What are your experiences with planning and teaching language to students?  Do you have to teach ELD or some sort of language objective with your lessons?  I’ve only experiences schools in California, so I’m curious how other states work with their English learners, especially if you have a large population of them.

If you're interested in this Earth Science Unit, it's available in my TpT Store.


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Saturday, January 10, 2015

Peek at My Week ~ January 12 - 16

I know many of you had a ton of snow days last week!  What a week it must have been!  Living in California, we NEVER have school canceled.  Except for major earthquakes.  We haven't had one of those in a long time!

Review Last Week

Last week, I planned many low-key activities to help students get back into the swing of things.  I'm glad I did. It made for a calm classroom all week.  It also helped having one or two students absent a day!  There seems to be something going around!

What did we do?  We almost completed our New Year's Flap Books.

  

We need to finish those up on Monday.  We wrote a penguin paragraph and did some work with expository writing.



We also started our two-digit subtraction unit by learning the strategy of "count up", specifically using a number line.  I've learned that we have a LONG way to go with our number sense!


We also read Stone Fox, in one week.  We were so enthralled with the novel that we read two chapters a day.  On Thursday we read four!  We just had to find the book.  It is definitely a favorite read aloud in my classroom.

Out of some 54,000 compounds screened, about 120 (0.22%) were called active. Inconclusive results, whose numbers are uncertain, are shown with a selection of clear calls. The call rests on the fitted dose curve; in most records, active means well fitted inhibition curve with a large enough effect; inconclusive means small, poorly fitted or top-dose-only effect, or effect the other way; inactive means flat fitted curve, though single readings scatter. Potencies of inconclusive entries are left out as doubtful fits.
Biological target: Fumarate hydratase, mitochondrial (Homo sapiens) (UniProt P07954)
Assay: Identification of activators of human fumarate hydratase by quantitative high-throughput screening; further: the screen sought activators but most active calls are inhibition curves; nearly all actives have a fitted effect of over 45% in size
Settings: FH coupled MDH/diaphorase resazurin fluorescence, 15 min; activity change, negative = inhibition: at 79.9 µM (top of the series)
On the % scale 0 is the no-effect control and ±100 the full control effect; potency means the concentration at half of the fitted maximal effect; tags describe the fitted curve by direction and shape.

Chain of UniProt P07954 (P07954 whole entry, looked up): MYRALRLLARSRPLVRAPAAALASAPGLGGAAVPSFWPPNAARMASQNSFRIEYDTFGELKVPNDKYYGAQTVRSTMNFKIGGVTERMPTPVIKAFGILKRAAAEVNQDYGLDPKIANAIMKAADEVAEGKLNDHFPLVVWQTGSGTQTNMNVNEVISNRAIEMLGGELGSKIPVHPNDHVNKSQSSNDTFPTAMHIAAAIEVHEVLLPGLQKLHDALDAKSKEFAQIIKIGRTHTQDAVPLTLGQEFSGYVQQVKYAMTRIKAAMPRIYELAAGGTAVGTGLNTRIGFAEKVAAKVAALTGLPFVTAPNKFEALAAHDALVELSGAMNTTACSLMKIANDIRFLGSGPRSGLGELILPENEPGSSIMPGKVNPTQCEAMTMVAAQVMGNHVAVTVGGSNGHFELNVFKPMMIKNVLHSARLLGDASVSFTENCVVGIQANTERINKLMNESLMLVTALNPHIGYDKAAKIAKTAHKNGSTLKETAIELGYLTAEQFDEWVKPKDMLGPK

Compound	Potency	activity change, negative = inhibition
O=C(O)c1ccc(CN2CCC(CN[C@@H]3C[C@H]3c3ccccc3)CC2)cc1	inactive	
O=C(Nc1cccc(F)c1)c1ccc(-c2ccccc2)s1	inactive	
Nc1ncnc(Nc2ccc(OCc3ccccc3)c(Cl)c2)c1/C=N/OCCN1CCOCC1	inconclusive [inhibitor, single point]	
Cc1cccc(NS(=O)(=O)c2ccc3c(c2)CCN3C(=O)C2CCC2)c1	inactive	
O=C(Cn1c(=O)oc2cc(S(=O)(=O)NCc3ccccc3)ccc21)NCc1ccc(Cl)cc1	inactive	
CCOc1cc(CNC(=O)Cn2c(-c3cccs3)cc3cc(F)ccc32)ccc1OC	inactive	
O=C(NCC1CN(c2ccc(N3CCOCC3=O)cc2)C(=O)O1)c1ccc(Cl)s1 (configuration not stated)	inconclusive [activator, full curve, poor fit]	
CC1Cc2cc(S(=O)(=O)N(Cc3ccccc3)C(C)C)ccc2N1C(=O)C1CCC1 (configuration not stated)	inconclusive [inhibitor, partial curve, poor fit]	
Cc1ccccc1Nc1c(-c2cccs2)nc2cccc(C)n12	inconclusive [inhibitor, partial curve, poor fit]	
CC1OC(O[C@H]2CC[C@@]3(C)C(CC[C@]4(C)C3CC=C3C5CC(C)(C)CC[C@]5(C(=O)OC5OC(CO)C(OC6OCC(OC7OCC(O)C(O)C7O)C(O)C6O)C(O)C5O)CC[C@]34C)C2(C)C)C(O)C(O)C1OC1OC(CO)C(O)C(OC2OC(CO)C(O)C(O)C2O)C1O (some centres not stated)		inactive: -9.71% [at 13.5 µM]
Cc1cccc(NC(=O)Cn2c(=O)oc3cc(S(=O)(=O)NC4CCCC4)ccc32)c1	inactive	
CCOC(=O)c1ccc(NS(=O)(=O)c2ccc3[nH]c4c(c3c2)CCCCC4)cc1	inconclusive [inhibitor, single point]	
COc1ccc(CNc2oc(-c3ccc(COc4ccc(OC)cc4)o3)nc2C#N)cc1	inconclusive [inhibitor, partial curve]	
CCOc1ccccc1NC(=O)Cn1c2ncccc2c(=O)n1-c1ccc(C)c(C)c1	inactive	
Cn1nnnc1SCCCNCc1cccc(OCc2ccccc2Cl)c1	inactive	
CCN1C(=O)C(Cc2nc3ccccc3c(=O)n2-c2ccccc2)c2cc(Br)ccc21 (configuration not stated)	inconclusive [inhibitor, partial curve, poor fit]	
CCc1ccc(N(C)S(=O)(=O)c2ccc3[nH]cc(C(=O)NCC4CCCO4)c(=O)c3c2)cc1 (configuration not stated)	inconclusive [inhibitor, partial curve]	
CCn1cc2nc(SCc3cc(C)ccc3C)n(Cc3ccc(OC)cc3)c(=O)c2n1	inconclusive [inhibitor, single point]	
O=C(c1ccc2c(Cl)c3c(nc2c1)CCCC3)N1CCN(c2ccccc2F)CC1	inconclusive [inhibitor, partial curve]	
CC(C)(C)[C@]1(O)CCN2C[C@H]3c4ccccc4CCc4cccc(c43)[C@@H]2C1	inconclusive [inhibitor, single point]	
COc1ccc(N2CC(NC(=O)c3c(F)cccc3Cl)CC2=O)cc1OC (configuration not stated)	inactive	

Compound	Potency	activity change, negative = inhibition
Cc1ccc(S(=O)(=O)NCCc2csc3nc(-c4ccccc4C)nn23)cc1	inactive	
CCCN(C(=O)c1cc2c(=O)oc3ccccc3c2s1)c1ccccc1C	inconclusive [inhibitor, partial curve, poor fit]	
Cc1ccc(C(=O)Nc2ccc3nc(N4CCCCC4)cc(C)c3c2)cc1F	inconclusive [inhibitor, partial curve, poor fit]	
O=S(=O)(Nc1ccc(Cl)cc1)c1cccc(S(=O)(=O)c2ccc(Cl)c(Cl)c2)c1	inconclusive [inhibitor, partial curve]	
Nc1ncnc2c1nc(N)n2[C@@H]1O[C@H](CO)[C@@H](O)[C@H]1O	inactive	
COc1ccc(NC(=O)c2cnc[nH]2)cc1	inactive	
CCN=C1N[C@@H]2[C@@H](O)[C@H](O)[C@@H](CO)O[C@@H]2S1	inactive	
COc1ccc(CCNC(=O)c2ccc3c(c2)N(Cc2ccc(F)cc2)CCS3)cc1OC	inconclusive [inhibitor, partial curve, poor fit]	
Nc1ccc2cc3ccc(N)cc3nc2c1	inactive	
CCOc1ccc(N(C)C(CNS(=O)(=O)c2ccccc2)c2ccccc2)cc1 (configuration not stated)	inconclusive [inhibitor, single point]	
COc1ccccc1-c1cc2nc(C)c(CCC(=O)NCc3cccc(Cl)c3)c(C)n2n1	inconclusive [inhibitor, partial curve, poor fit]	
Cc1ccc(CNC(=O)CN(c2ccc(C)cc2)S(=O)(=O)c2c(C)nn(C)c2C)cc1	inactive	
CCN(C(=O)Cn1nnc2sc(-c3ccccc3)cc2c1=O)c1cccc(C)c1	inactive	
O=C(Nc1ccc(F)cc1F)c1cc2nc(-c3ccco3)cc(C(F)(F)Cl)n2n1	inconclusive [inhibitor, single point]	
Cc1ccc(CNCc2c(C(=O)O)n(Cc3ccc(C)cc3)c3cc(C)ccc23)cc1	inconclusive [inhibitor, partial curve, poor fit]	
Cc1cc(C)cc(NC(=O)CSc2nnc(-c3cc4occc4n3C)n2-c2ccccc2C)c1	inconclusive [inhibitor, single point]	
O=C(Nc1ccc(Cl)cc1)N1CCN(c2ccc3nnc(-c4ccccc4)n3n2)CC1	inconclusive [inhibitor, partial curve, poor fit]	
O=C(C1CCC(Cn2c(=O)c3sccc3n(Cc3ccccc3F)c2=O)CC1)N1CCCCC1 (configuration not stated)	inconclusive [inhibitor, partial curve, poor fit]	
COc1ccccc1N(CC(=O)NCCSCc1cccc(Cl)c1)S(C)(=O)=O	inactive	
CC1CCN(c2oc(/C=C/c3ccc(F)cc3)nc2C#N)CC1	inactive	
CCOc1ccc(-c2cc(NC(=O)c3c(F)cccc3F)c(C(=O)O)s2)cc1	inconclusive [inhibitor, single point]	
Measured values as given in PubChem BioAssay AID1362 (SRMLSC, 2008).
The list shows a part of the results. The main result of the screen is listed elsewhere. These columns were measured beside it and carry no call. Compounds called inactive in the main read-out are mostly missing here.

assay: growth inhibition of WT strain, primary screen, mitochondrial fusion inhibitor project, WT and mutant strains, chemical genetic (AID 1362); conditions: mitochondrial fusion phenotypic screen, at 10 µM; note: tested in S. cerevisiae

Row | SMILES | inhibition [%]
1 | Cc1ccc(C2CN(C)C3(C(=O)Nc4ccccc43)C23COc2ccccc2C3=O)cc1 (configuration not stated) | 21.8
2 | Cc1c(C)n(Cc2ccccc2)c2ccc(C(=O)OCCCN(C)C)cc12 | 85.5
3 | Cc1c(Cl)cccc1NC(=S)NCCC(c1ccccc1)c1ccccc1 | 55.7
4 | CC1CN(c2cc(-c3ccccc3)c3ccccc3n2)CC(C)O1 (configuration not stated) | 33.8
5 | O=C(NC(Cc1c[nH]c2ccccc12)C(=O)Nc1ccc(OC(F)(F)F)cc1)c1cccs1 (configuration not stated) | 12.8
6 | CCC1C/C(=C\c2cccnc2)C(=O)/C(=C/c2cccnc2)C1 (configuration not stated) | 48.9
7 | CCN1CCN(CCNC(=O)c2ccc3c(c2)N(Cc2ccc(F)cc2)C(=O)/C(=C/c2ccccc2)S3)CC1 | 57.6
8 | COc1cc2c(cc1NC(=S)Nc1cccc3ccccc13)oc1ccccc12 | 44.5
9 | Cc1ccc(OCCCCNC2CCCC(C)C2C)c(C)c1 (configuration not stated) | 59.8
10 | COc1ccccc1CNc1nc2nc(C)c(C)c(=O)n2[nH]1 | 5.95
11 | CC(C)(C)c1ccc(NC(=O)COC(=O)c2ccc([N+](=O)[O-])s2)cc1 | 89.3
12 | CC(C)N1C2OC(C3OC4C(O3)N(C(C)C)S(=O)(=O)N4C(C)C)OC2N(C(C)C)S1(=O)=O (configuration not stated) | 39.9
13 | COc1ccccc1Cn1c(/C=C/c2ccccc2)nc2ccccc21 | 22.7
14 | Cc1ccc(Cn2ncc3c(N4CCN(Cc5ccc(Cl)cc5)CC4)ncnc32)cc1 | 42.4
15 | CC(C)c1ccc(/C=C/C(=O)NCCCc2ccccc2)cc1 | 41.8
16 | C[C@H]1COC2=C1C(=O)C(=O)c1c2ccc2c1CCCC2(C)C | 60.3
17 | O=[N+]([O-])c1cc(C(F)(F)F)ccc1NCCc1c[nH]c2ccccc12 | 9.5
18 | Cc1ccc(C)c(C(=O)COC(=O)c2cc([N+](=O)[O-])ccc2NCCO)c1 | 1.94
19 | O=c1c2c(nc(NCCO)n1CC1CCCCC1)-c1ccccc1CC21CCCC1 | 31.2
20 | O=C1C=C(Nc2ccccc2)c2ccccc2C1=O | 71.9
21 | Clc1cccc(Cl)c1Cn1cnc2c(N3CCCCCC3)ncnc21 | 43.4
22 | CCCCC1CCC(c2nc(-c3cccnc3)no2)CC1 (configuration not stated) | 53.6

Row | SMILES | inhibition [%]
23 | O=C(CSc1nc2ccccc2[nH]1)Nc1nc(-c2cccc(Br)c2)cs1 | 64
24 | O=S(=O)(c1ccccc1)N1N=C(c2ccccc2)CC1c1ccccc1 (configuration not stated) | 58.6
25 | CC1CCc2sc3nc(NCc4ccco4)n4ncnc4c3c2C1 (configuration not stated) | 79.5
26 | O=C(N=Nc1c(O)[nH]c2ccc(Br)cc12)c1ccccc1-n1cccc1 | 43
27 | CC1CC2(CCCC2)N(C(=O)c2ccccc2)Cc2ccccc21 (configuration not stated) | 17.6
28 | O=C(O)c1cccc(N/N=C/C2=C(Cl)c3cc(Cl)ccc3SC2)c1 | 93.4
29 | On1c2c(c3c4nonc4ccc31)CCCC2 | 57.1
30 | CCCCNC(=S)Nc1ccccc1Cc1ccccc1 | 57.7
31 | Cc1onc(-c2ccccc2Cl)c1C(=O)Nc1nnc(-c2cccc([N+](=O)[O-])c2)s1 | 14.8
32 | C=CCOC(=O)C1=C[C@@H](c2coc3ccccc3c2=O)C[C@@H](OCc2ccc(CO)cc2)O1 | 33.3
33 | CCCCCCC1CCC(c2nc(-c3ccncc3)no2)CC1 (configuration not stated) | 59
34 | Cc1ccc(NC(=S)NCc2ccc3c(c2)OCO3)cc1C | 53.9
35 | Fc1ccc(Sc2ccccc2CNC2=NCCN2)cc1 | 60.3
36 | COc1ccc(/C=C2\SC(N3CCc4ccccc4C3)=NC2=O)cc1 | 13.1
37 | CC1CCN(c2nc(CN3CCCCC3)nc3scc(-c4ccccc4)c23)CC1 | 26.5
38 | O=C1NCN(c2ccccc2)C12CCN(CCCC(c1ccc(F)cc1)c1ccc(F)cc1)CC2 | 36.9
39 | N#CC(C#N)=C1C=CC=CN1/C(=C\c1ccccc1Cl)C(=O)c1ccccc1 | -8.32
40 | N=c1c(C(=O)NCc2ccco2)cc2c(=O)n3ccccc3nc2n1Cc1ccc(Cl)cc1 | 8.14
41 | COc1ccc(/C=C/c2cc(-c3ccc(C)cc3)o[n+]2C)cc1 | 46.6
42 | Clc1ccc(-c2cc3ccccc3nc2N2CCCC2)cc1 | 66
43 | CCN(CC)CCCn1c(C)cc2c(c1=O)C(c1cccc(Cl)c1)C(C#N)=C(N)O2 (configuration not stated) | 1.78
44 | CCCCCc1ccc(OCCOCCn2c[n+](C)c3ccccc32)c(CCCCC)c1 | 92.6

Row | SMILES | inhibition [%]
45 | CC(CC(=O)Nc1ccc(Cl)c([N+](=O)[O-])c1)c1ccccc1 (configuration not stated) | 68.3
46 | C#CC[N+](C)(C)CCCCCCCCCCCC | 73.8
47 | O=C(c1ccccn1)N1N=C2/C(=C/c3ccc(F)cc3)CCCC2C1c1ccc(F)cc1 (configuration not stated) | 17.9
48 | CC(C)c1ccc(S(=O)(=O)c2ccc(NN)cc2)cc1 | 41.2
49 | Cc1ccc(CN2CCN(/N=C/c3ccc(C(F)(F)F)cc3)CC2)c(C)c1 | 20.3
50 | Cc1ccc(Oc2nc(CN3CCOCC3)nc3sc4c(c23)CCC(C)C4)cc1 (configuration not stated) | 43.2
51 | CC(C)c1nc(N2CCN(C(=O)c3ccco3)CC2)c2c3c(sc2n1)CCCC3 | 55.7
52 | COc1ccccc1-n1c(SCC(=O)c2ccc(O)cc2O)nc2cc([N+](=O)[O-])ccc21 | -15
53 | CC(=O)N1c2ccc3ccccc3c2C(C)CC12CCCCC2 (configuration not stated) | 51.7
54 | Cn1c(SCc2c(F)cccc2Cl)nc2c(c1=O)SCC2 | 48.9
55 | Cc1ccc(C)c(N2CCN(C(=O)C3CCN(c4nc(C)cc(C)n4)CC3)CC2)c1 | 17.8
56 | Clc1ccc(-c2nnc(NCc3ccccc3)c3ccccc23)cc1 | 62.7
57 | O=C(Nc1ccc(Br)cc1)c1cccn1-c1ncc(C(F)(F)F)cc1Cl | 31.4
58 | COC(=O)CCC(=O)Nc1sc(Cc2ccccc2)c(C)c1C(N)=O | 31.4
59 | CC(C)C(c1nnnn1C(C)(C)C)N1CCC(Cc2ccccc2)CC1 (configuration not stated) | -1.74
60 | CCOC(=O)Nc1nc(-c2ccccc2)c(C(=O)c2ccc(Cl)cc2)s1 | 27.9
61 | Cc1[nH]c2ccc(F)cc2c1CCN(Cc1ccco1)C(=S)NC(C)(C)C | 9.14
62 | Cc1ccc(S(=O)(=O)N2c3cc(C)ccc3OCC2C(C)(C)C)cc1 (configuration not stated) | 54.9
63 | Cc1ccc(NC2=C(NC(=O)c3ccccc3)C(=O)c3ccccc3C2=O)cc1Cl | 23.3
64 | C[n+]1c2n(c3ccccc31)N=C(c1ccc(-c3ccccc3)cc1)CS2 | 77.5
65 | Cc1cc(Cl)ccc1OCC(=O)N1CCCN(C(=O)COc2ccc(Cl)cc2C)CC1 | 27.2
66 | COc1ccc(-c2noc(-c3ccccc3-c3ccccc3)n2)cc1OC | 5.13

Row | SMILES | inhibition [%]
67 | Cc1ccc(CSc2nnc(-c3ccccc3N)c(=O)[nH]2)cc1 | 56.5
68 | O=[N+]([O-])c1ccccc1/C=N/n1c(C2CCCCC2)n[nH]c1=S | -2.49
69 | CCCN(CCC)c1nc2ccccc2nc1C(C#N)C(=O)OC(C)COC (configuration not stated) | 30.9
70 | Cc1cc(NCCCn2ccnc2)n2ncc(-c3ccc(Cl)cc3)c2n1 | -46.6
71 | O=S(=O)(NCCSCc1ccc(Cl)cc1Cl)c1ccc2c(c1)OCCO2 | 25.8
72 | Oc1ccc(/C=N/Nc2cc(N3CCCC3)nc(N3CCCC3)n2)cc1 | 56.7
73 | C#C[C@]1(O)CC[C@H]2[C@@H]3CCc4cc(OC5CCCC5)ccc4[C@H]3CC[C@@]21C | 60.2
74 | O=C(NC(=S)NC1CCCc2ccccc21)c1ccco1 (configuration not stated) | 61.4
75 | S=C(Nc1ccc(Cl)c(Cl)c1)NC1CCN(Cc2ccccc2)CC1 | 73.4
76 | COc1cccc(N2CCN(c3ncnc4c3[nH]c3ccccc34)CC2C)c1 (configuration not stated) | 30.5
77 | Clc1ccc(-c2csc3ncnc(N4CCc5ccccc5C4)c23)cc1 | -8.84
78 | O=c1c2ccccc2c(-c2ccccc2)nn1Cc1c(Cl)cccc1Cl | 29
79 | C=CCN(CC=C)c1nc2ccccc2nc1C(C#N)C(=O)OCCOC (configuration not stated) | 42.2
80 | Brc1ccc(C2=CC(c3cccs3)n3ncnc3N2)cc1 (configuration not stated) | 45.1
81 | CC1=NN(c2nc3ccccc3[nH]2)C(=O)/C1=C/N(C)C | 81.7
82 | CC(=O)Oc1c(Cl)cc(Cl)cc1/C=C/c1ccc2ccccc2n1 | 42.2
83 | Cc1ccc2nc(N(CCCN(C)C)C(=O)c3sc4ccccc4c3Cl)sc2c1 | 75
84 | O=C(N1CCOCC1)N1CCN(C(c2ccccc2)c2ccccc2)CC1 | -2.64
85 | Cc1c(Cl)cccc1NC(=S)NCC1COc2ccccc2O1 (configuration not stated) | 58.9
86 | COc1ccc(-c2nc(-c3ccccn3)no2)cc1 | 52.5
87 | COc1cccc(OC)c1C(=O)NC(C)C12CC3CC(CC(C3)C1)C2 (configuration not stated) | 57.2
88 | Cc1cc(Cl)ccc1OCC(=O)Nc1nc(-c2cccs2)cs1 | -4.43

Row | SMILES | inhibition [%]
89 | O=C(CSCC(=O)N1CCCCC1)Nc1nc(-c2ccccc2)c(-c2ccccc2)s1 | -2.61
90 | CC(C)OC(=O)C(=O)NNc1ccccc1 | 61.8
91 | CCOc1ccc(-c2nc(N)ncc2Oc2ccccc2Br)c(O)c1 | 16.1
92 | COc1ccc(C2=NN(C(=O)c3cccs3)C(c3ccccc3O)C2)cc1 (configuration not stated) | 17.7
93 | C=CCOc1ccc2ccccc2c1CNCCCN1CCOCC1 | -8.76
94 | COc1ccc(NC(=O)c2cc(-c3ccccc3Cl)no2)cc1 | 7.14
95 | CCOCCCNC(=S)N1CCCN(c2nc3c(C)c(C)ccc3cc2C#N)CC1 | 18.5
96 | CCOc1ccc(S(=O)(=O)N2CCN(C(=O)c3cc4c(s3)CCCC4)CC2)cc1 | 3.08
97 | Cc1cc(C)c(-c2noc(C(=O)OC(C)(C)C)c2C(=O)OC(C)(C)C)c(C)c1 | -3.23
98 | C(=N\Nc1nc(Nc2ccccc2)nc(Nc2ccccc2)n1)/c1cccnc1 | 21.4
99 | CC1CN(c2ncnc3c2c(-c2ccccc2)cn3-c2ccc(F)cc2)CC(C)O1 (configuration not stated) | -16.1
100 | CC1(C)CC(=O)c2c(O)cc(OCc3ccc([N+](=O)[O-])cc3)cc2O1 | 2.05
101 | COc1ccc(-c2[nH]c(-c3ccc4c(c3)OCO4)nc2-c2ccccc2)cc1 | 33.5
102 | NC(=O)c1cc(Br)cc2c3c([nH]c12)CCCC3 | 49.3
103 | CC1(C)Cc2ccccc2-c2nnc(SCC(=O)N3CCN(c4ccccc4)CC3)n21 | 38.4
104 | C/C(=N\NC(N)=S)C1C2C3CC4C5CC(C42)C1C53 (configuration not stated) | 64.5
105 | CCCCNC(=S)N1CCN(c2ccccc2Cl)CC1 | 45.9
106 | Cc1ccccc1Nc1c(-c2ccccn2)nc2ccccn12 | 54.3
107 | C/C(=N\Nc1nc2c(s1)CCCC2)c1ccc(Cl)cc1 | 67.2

This week

Here is an outline of this week.  As always, click on the photo to be taken to the PDF with clickable links.


Reading Comprehension

Since we finished Stone Fox last week, I decided to start The Miraculous Journey of Edward Tulane.  I've heard good reviews about it, so I'm excited to read it with the students!

Math

We are continuing on with our journey into subtraction.  This week, we're going to focus on drawing the base-10 blocks and letting students choose between counting up and drawing.


Above are our math stations.  Again, click on the photo to get the clickable PDF with links.

Writing

We are continuing our journey with nonfiction writing and focusing on Biographies.  We're going to study Martin Luther King, Jr. in depth and write a biography about him.  Once students are familiar with biographies, each one will get their own hero to study and complete a report about that person.

Science

I'm super excited to be starting our Earth Science's unit.  I wrote this unit with a friend this past summer and it is chock full of ways to help student use academic language.  First, we teach students the concept using everyday situation and then apply that language to the complexity of Earth science. This week we're starting with the History of the Earth and the concept of quick and slow changes.

So, what does your week look like so far?  Link up below with Mrs. Willis Kindergarten!




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Friday, January 9, 2015

Anchor Chart Tips


I see so many amazing anchor charts on Pinterest.  Anchor charts are an awesome resource when used well.  Along the years, I've figured out a few things that have made anchor chart creation just a little bit easier.  Here are a few tips:

One: Sketch it out

Before you even get the markers and chart paper, jot down what you want to put on the chart.  Earlier this week, I created this sketch of a subtraction strategy chart.  Do you see that arrow next to "how" pointing to above the "useful tools" label?  That was me realizing that those elements needed to be in a different order.